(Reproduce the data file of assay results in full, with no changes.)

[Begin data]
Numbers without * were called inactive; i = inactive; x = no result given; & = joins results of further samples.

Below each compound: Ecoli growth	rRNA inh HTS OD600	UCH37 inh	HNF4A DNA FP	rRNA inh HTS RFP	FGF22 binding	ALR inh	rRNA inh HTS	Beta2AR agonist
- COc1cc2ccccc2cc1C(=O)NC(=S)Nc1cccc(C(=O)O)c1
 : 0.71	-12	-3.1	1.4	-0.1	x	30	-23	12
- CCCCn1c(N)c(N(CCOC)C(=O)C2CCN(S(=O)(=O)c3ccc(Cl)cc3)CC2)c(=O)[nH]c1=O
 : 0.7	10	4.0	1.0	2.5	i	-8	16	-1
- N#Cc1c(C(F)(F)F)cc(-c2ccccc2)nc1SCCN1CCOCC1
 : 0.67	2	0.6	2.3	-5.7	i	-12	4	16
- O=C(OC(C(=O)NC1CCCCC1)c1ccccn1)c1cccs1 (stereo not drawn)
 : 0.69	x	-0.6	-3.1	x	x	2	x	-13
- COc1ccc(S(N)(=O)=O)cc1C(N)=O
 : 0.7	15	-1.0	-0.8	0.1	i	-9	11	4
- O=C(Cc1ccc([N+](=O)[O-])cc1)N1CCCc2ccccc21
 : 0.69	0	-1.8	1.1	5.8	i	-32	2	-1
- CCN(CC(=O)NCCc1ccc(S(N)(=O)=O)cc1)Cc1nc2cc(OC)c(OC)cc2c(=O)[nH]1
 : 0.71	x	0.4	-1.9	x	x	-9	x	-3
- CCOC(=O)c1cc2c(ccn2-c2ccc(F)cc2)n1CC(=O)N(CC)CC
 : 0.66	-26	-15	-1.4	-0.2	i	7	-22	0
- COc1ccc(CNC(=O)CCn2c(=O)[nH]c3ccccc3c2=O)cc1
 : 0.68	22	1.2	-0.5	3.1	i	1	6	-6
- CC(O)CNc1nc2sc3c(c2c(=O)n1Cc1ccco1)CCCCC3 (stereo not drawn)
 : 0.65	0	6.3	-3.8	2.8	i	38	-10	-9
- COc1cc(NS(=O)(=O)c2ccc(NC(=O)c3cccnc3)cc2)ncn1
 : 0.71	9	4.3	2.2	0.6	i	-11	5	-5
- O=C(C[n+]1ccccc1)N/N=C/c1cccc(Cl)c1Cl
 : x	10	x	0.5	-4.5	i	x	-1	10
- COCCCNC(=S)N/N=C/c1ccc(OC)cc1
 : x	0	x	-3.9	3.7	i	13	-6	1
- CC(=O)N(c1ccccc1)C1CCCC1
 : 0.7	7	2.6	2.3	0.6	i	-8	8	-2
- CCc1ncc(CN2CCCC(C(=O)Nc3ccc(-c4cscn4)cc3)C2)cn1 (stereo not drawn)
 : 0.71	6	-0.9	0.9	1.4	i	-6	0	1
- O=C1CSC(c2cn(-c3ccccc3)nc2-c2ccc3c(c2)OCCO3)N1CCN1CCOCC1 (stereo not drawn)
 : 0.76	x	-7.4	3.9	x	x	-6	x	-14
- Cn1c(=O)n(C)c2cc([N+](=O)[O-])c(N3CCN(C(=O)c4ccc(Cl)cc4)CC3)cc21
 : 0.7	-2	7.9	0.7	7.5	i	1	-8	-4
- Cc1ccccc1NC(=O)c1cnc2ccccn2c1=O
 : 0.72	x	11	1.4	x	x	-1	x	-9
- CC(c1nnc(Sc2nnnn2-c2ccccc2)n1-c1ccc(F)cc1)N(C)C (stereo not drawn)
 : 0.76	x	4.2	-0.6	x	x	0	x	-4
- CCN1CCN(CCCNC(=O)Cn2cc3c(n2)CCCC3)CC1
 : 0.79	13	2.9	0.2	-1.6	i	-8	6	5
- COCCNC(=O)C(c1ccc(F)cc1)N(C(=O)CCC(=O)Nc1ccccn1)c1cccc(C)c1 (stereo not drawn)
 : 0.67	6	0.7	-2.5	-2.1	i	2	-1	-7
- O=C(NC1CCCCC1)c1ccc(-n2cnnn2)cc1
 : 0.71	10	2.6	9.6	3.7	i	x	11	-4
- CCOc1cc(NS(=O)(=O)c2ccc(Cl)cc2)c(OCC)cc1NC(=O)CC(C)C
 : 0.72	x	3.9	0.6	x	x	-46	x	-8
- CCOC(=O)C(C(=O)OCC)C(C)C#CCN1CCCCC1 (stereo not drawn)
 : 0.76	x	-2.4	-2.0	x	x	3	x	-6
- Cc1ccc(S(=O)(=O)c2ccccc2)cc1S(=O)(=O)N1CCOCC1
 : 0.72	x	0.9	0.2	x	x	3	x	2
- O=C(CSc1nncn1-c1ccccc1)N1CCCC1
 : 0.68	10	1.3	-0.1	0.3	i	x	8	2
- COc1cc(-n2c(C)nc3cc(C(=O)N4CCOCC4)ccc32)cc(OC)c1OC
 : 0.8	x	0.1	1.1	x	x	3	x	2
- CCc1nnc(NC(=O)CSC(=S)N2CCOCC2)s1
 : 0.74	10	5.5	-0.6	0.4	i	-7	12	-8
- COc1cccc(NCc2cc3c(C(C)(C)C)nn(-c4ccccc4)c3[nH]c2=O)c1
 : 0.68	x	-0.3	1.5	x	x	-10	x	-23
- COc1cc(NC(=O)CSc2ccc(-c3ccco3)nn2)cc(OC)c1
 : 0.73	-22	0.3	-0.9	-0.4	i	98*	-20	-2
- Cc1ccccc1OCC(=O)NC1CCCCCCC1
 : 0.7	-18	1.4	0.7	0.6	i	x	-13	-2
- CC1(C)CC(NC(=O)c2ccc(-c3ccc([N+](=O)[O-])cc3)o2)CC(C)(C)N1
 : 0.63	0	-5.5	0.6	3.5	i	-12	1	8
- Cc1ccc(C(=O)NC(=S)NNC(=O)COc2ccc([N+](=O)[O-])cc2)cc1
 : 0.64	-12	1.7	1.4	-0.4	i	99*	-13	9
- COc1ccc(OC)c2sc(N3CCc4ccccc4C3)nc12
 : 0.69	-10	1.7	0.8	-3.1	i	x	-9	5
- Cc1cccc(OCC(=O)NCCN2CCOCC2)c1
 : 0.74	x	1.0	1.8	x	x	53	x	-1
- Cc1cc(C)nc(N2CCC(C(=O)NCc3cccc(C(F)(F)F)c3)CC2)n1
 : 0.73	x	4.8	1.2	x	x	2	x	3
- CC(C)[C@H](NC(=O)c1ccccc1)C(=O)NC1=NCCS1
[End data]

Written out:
Numbers without * were called inactive; i = inactive; x = no result given; & = joins results of further samples.

Below each compound: Ecoli growth	rRNA inh HTS OD600	UCH37 inh	HNF4A DNA FP	rRNA inh HTS RFP	FGF22 binding	ALR inh	rRNA inh HTS	Beta2AR agonist
- COc1cc2ccccc2cc1C(=O)NC(=S)Nc1cccc(C(=O)O)c1
 : 0.71	-12	-3.1	1.4	-0.1	x	30	-23	12
- CCCCn1c(N)c(N(CCOC)C(=O)C2CCN(S(=O)(=O)c3ccc(Cl)cc3)CC2)c(=O)[nH]c1=O
 : 0.7	10	4.0	1.0	2.5	i	-8	16	-1
- N#Cc1c(C(F)(F)F)cc(-c2ccccc2)nc1SCCN1CCOCC1
 : 0.67	2	0.6	2.3	-5.7	i	-12	4	16
- O=C(OC(C(=O)NC1CCCCC1)c1ccccn1)c1cccs1 (stereo not drawn)
 : 0.69	x	-0.6	-3.1	x	x	2	x	-13
- COc1ccc(S(N)(=O)=O)cc1C(N)=O
 : 0.7	15	-1.0	-0.8	0.1	i	-9	11	4
- O=C(Cc1ccc([N+](=O)[O-])cc1)N1CCCc2ccccc21
 : 0.69	0	-1.8	1.1	5.8	i	-32	2	-1
- CCN(CC(=O)NCCc1ccc(S(N)(=O)=O)cc1)Cc1nc2cc(OC)c(OC)cc2c(=O)[nH]1
 : 0.71	x	0.4	-1.9	x	x	-9	x	-3
- CCOC(=O)c1cc2c(ccn2-c2ccc(F)cc2)n1CC(=O)N(CC)CC
 : 0.66	-26	-15	-1.4	-0.2	i	7	-22	0
- COc1ccc(CNC(=O)CCn2c(=O)[nH]c3ccccc3c2=O)cc1
 : 0.68	22	1.2	-0.5	3.1	i	1	6	-6
- CC(O)CNc1nc2sc3c(c2c(=O)n1Cc1ccco1)CCCCC3 (stereo not drawn)
 : 0.65	0	6.3	-3.8	2.8	i	38	-10	-9
- COc1cc(NS(=O)(=O)c2ccc(NC(=O)c3cccnc3)cc2)ncn1
 : 0.71	9	4.3	2.2	0.6	i	-11	5	-5
- O=C(C[n+]1ccccc1)N/N=C/c1cccc(Cl)c1Cl
 : x	10	x	0.5	-4.5	i	x	-1	10
- COCCCNC(=S)N/N=C/c1ccc(OC)cc1
 : x	0	x	-3.9	3.7	i	13	-6	1
- CC(=O)N(c1ccccc1)C1CCCC1
 : 0.7	7	2.6	2.3	0.6	i	-8	8	-2
- CCc1ncc(CN2CCCC(C(=O)Nc3ccc(-c4cscn4)cc3)C2)cn1 (stereo not drawn)
 : 0.71	6	-0.9	0.9	1.4	i	-6	0	1
- O=C1CSC(c2cn(-c3ccccc3)nc2-c2ccc3c(c2)OCCO3)N1CCN1CCOCC1 (stereo not drawn)
 : 0.76	x	-7.4	3.9	x	x	-6	x	-14
- Cn1c(=O)n(C)c2cc([N+](=O)[O-])c(N3CCN(C(=O)c4ccc(Cl)cc4)CC3)cc21
 : 0.7	-2	7.9	0.7	7.5	i	1	-8	-4
- Cc1ccccc1NC(=O)c1cnc2ccccn2c1=O
 : 0.72	x	11	1.4	x	x	-1	x	-9
- CC(c1nnc(Sc2nnnn2-c2ccccc2)n1-c1ccc(F)cc1)N(C)C (stereo not drawn)
 : 0.76	x	4.2	-0.6	x	x	0	x	-4
- CCN1CCN(CCCNC(=O)Cn2cc3c(n2)CCCC3)CC1
 : 0.79	13	2.9	0.2	-1.6	i	-8	6	5
- COCCNC(=O)C(c1ccc(F)cc1)N(C(=O)CCC(=O)Nc1ccccn1)c1cccc(C)c1 (stereo not drawn)
 : 0.67	6	0.7	-2.5	-2.1	i	2	-1	-7
- O=C(NC1CCCCC1)c1ccc(-n2cnnn2)cc1
 : 0.71	10	2.6	9.6	3.7	i	x	11	-4
- CCOc1cc(NS(=O)(=O)c2ccc(Cl)cc2)c(OCC)cc1NC(=O)CC(C)C
 : 0.72	x	3.9	0.6	x	x	-46	x	-8
- CCOC(=O)C(C(=O)OCC)C(C)C#CCN1CCCCC1 (stereo not drawn)
 : 0.76	x	-2.4	-2.0	x	x	3	x	-6
- Cc1ccc(S(=O)(=O)c2ccccc2)cc1S(=O)(=O)N1CCOCC1
 : 0.72	x	0.9	0.2	x	x	3	x	2
- O=C(CSc1nncn1-c1ccccc1)N1CCCC1
 : 0.68	10	1.3	-0.1	0.3	i	x	8	2
- COc1cc(-n2c(C)nc3cc(C(=O)N4CCOCC4)ccc32)cc(OC)c1OC
 : 0.8	x	0.1	1.1	x	x	3	x	2
- CCc1nnc(NC(=O)CSC(=S)N2CCOCC2)s1
 : 0.74	10	5.5	-0.6	0.4	i	-7	12	-8
- COc1cccc(NCc2cc3c(C(C)(C)C)nn(-c4ccccc4)c3[nH]c2=O)c1
 : 0.68	x	-0.3	1.5	x	x	-10	x	-23
- COc1cc(NC(=O)CSc2ccc(-c3ccco3)nn2)cc(OC)c1
 : 0.73	-22	0.3	-0.9	-0.4	i	98*	-20	-2
- Cc1ccccc1OCC(=O)NC1CCCCCCC1
 : 0.7	-18	1.4	0.7	0.6	i	x	-13	-2
- CC1(C)CC(NC(=O)c2ccc(-c3ccc([N+](=O)[O-])cc3)o2)CC(C)(C)N1
 : 0.63	0	-5.5	0.6	3.5	i	-12	1	8
- Cc1ccc(C(=O)NC(=S)NNC(=O)COc2ccc([N+](=O)[O-])cc2)cc1
 : 0.64	-12	1.7	1.4	-0.4	i	99*	-13	9
- COc1ccc(OC)c2sc(N3CCc4ccccc4C3)nc12
 : 0.69	-10	1.7	0.8	-3.1	i	x	-9	5
- Cc1cccc(OCC(=O)NCCN2CCOCC2)c1
 : 0.74	x	1.0	1.8	x	x	53	x	-1
- Cc1cc(C)nc(N2CCC(C(=O)NCc3cccc(C(F)(F)F)c3)CC2)n1
 : 0.73	x	4.8	1.2	x	x	2	x	3
- CC(C)[C@H](NC(=O)c1ccccc1)C(=O)NC1=NCCS1